Table of Contents[Hide][Show]
- Who Are Junior Rangers?
- How to Earn a Junior Ranger Badge
- Getting the Reward
- Other Special Junior Ranger Programs
- How to Score Free Parks Admission for a Year
- Where to Find U.S. National Parks
Kids who love exploring can earn Junior Ranger badges as they discover nature’s treasures in U.S. national parks. The parks love their youngest visitors and want to foster their natural curiosity by offering a free educational program for kids. The National Park Service’s Junior Ranger Program is a great opportunity to have fun while learning about nature and wildlife. And some of the badges can be completed at home.
My kids and I enjoy spending summers exploring the national parks. Between hiking and climbing over rocks, my kids earn Junior Ranger badges. So many, my kids put their summer’s haul on a special Junior Ranger hat. When they walk into a visitor center, parents notice and the park rangers smile. When school starts back up in the fall, my kids remember information they learned over the summer about biology, natural history and geography. Here’s what you need to know for your kids to earn Junior Ranger badges.
Who Are Junior Rangers?
They are Junior Park Rangers. And the National Park Service loves them. Walk up to the information desk at a visitor center and the park ranger on duty will spend extra time with kids. The NPS offers a free booklet for kids to guide them as they explore the park. After visiting more than 100 national park service sites, I’m here to tell you: Junior Ranger badges are fun and easy – for adults as well as kids.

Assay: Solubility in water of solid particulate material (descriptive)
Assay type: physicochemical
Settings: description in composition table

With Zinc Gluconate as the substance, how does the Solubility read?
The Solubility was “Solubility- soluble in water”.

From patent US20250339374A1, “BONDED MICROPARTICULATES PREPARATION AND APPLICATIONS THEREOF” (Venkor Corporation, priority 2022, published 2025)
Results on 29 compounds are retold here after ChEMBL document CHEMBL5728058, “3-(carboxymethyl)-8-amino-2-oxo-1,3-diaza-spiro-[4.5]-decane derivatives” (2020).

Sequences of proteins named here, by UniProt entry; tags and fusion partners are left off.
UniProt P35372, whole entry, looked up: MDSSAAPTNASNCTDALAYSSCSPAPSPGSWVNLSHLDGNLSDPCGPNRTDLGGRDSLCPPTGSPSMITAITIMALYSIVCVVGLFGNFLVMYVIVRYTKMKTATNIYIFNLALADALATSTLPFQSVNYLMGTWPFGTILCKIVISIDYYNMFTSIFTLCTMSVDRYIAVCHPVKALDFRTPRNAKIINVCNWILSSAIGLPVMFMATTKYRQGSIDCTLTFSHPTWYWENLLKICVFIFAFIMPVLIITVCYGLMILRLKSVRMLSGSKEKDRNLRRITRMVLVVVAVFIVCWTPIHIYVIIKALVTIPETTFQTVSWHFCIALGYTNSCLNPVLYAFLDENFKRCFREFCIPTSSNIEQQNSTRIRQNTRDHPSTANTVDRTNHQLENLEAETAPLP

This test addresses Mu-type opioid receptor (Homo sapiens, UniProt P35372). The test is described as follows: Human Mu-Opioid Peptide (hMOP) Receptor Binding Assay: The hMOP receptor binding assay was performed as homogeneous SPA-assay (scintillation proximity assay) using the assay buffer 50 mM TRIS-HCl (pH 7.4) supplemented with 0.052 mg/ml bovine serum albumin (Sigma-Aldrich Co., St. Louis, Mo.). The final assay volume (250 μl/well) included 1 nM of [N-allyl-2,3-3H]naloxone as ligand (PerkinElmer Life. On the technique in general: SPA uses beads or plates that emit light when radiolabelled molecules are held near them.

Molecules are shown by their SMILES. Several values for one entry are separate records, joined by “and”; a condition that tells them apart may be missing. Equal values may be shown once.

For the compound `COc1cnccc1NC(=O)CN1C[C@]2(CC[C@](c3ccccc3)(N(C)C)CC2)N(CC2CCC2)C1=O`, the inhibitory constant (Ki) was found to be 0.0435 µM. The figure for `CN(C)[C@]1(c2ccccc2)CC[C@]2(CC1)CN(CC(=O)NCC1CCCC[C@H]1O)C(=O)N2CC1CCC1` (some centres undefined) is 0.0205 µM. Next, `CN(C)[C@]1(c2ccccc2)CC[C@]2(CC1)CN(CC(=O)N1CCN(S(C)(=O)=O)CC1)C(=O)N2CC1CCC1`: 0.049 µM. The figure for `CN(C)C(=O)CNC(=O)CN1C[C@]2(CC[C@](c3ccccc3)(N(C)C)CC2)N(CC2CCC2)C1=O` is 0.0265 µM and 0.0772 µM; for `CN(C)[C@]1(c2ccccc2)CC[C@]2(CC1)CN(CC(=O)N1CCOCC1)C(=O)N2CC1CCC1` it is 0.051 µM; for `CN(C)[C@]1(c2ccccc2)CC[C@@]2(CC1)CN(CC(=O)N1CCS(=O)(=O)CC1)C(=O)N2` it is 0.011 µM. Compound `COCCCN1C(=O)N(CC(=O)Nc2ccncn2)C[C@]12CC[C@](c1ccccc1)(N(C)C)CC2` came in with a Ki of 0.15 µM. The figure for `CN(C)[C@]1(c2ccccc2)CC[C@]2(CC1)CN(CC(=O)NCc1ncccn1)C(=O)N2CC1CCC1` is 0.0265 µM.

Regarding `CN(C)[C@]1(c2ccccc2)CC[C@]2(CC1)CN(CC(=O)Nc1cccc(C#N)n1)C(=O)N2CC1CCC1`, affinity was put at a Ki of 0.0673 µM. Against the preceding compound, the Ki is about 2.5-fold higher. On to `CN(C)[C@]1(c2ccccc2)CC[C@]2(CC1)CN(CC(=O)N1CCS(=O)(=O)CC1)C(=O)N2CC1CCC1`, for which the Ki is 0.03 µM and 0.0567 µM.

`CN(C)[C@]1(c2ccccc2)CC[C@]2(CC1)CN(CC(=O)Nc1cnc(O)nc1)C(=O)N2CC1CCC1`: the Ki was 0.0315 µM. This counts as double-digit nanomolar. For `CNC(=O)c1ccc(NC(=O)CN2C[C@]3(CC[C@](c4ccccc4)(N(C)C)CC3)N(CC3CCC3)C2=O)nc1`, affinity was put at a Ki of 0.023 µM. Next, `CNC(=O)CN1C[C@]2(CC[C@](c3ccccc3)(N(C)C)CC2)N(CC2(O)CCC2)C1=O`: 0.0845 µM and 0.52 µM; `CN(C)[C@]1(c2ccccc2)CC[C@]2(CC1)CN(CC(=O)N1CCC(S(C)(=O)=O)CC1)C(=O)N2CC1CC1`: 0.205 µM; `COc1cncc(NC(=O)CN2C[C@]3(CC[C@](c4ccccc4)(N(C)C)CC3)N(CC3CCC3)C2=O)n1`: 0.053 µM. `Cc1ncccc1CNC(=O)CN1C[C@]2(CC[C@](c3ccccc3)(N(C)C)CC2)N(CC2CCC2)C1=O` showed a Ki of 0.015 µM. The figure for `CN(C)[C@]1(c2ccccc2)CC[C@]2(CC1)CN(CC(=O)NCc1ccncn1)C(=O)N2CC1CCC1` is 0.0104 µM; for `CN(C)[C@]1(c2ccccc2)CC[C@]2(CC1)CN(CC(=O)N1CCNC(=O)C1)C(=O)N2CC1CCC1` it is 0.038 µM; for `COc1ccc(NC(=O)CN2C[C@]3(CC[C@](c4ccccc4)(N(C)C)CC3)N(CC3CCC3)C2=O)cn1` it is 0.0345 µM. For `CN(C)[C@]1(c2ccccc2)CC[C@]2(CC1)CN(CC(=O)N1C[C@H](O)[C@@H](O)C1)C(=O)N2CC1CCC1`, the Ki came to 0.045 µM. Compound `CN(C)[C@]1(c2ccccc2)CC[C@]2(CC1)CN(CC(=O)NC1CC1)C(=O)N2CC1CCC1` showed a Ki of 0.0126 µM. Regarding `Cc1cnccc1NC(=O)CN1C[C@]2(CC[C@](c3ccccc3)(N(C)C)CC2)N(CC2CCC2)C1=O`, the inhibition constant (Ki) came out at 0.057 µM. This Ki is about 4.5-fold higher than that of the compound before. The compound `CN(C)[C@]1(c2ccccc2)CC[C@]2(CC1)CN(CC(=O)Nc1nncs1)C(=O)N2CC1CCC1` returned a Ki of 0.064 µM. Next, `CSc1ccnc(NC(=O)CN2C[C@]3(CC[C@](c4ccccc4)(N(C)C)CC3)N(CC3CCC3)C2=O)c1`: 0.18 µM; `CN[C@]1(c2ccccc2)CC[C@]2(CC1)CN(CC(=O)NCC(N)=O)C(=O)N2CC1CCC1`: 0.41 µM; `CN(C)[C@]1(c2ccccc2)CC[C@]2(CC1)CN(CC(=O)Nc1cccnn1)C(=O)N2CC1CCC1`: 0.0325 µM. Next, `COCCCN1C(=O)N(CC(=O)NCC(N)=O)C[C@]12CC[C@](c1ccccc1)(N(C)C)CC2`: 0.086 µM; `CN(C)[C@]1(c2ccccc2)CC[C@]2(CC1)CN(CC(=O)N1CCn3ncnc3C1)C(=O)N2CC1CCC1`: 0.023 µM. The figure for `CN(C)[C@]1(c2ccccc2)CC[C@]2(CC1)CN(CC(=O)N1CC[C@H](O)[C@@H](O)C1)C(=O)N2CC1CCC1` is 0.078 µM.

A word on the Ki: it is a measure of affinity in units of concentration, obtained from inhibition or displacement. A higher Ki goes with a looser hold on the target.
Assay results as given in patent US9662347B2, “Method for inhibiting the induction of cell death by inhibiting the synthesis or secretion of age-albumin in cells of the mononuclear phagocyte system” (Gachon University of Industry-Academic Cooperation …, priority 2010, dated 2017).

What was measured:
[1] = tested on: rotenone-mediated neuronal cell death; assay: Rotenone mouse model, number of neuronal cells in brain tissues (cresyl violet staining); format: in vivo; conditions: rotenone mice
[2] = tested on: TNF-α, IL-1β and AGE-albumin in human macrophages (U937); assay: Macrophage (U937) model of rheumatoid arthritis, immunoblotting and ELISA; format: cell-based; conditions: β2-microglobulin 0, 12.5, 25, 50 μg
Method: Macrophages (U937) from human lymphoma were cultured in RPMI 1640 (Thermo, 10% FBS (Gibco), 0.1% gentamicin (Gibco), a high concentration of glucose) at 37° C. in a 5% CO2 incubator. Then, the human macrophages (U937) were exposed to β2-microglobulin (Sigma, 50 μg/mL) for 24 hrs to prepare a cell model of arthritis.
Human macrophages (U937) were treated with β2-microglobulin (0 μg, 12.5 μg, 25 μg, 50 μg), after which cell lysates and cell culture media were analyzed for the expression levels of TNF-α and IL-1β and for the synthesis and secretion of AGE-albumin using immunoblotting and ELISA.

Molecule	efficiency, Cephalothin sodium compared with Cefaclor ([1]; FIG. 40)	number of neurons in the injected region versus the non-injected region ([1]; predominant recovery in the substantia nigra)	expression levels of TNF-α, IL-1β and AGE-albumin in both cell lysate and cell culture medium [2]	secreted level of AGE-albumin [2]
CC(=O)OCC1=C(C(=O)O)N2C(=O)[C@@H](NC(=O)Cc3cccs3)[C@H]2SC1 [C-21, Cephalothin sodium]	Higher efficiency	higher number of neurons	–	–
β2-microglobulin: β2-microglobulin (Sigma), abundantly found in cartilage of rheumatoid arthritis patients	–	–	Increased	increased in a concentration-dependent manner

Kids from 5 to 13 can join the ranks as they explore, learn and protect our national treasures, though if your kiddo can hold a pencil then they can earn a Junior Ranger badge. And it’s not just for kids. Some national park sites, including Acadia National Park in Maine and Guadalupe Mountains National Park in West Texas, offer special Senior Ranger booklets and badges. Additionally, Mount Rainier National Park in Washington State offers a Citizen Ranger booklet and badge. Other parks give badges to adults who complete the entire Junior Ranger booklet. So, brush up on those mazes and word finds!
More than 300 National Park Service sites hand out free booklets specially designed for that park (a few parks, including Yellowstone National Park, charge $3 for the booklet).
Read More: The Ultimate Guide to US National Parks
How to Earn a Junior Ranger Badge
To earn a Junior Ranger in person at a park, the first step is to pick up a booklet at the park’s visitor center. The visitor center is always my first stop after entering the park and it usually offers restrooms and water fountains. Most visitor centers are open from 9 a.m. to 6 p.m.